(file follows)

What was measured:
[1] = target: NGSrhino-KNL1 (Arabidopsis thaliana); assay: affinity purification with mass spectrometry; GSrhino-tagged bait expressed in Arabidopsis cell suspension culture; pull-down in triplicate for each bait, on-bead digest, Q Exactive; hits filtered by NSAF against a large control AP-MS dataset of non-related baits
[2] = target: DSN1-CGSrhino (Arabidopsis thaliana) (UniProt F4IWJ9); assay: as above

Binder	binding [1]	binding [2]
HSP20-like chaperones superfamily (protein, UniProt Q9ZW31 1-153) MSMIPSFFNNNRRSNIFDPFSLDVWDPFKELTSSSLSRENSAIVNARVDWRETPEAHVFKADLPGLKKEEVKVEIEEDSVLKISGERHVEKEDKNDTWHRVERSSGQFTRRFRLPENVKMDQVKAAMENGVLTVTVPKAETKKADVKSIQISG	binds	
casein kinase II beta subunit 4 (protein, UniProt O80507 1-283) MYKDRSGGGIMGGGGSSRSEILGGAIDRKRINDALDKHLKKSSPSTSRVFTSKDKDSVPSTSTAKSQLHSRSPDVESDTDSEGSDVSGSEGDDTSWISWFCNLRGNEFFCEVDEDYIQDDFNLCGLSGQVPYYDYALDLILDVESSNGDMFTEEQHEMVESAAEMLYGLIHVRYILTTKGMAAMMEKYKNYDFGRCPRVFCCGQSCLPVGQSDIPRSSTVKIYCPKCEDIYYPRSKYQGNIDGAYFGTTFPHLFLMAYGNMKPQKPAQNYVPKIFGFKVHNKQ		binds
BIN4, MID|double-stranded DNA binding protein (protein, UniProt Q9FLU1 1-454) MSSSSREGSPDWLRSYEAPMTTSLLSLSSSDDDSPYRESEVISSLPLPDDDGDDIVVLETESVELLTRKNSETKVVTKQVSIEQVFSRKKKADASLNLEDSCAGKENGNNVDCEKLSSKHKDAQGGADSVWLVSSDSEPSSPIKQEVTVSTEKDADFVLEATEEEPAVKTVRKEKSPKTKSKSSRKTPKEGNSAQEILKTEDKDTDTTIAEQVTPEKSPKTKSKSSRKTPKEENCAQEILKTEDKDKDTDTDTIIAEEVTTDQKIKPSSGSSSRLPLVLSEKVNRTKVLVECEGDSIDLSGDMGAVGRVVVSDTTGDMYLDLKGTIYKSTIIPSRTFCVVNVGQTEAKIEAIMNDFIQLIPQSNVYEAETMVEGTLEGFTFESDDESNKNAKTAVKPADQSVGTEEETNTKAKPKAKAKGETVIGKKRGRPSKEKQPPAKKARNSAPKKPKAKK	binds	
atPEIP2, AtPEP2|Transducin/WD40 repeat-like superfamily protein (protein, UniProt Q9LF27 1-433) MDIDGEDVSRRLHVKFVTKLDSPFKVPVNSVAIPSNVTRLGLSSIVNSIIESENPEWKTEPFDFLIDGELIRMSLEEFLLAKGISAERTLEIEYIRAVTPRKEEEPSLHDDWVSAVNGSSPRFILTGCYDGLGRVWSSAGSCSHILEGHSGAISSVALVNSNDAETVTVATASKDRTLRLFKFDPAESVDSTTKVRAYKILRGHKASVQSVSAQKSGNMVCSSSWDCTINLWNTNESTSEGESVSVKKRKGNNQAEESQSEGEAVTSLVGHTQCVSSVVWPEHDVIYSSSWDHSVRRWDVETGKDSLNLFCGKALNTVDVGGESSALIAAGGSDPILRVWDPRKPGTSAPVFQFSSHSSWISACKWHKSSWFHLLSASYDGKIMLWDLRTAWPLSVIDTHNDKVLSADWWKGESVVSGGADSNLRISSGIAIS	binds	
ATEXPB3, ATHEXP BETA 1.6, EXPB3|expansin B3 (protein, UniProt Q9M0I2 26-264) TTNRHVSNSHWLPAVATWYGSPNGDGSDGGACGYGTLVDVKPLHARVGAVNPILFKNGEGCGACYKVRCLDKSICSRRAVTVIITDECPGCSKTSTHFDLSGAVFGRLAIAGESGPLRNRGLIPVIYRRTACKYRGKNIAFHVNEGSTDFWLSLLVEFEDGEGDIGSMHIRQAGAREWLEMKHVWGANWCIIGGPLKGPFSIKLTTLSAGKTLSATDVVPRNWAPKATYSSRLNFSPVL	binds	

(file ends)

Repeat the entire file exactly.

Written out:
What was measured:
[1] = target: NGSrhino-KNL1 (Arabidopsis thaliana); assay: affinity purification with mass spectrometry; GSrhino-tagged bait expressed in Arabidopsis cell suspension culture; pull-down in triplicate for each bait, on-bead digest, Q Exactive; hits filtered by NSAF against a large control AP-MS dataset of non-related baits
[2] = target: DSN1-CGSrhino (Arabidopsis thaliana) (UniProt F4IWJ9); assay: as above

Binder	binding [1]	binding [2]
HSP20-like chaperones superfamily (protein, UniProt Q9ZW31 1-153) MSMIPSFFNNNRRSNIFDPFSLDVWDPFKELTSSSLSRENSAIVNARVDWRETPEAHVFKADLPGLKKEEVKVEIEEDSVLKISGERHVEKEDKNDTWHRVERSSGQFTRRFRLPENVKMDQVKAAMENGVLTVTVPKAETKKADVKSIQISG	binds	
casein kinase II beta subunit 4 (protein, UniProt O80507 1-283) MYKDRSGGGIMGGGGSSRSEILGGAIDRKRINDALDKHLKKSSPSTSRVFTSKDKDSVPSTSTAKSQLHSRSPDVESDTDSEGSDVSGSEGDDTSWISWFCNLRGNEFFCEVDEDYIQDDFNLCGLSGQVPYYDYALDLILDVESSNGDMFTEEQHEMVESAAEMLYGLIHVRYILTTKGMAAMMEKYKNYDFGRCPRVFCCGQSCLPVGQSDIPRSSTVKIYCPKCEDIYYPRSKYQGNIDGAYFGTTFPHLFLMAYGNMKPQKPAQNYVPKIFGFKVHNKQ		binds
BIN4, MID|double-stranded DNA binding protein (protein, UniProt Q9FLU1 1-454) MSSSSREGSPDWLRSYEAPMTTSLLSLSSSDDDSPYRESEVISSLPLPDDDGDDIVVLETESVELLTRKNSETKVVTKQVSIEQVFSRKKKADASLNLEDSCAGKENGNNVDCEKLSSKHKDAQGGADSVWLVSSDSEPSSPIKQEVTVSTEKDADFVLEATEEEPAVKTVRKEKSPKTKSKSSRKTPKEGNSAQEILKTEDKDTDTTIAEQVTPEKSPKTKSKSSRKTPKEENCAQEILKTEDKDKDTDTDTIIAEEVTTDQKIKPSSGSSSRLPLVLSEKVNRTKVLVECEGDSIDLSGDMGAVGRVVVSDTTGDMYLDLKGTIYKSTIIPSRTFCVVNVGQTEAKIEAIMNDFIQLIPQSNVYEAETMVEGTLEGFTFESDDESNKNAKTAVKPADQSVGTEEETNTKAKPKAKAKGETVIGKKRGRPSKEKQPPAKKARNSAPKKPKAKK	binds	
atPEIP2, AtPEP2|Transducin/WD40 repeat-like superfamily protein (protein, UniProt Q9LF27 1-433) MDIDGEDVSRRLHVKFVTKLDSPFKVPVNSVAIPSNVTRLGLSSIVNSIIESENPEWKTEPFDFLIDGELIRMSLEEFLLAKGISAERTLEIEYIRAVTPRKEEEPSLHDDWVSAVNGSSPRFILTGCYDGLGRVWSSAGSCSHILEGHSGAISSVALVNSNDAETVTVATASKDRTLRLFKFDPAESVDSTTKVRAYKILRGHKASVQSVSAQKSGNMVCSSSWDCTINLWNTNESTSEGESVSVKKRKGNNQAEESQSEGEAVTSLVGHTQCVSSVVWPEHDVIYSSSWDHSVRRWDVETGKDSLNLFCGKALNTVDVGGESSALIAAGGSDPILRVWDPRKPGTSAPVFQFSSHSSWISACKWHKSSWFHLLSASYDGKIMLWDLRTAWPLSVIDTHNDKVLSADWWKGESVVSGGADSNLRISSGIAIS	binds	
ATEXPB3, ATHEXP BETA 1.6, EXPB3|expansin B3 (protein, UniProt Q9M0I2 26-264) TTNRHVSNSHWLPAVATWYGSPNGDGSDGGACGYGTLVDVKPLHARVGAVNPILFKNGEGCGACYKVRCLDKSICSRRAVTVIITDECPGCSKTSTHFDLSGAVFGRLAIAGESGPLRNRGLIPVIYRRTACKYRGKNIAFHVNEGSTDFWLSLLVEFEDGEGDIGSMHIRQAGAREWLEMKHVWGANWCIIGGPLKGPFSIKLTTLSAGKTLSATDVVPRNWAPKATYSSRLNFSPVL	binds	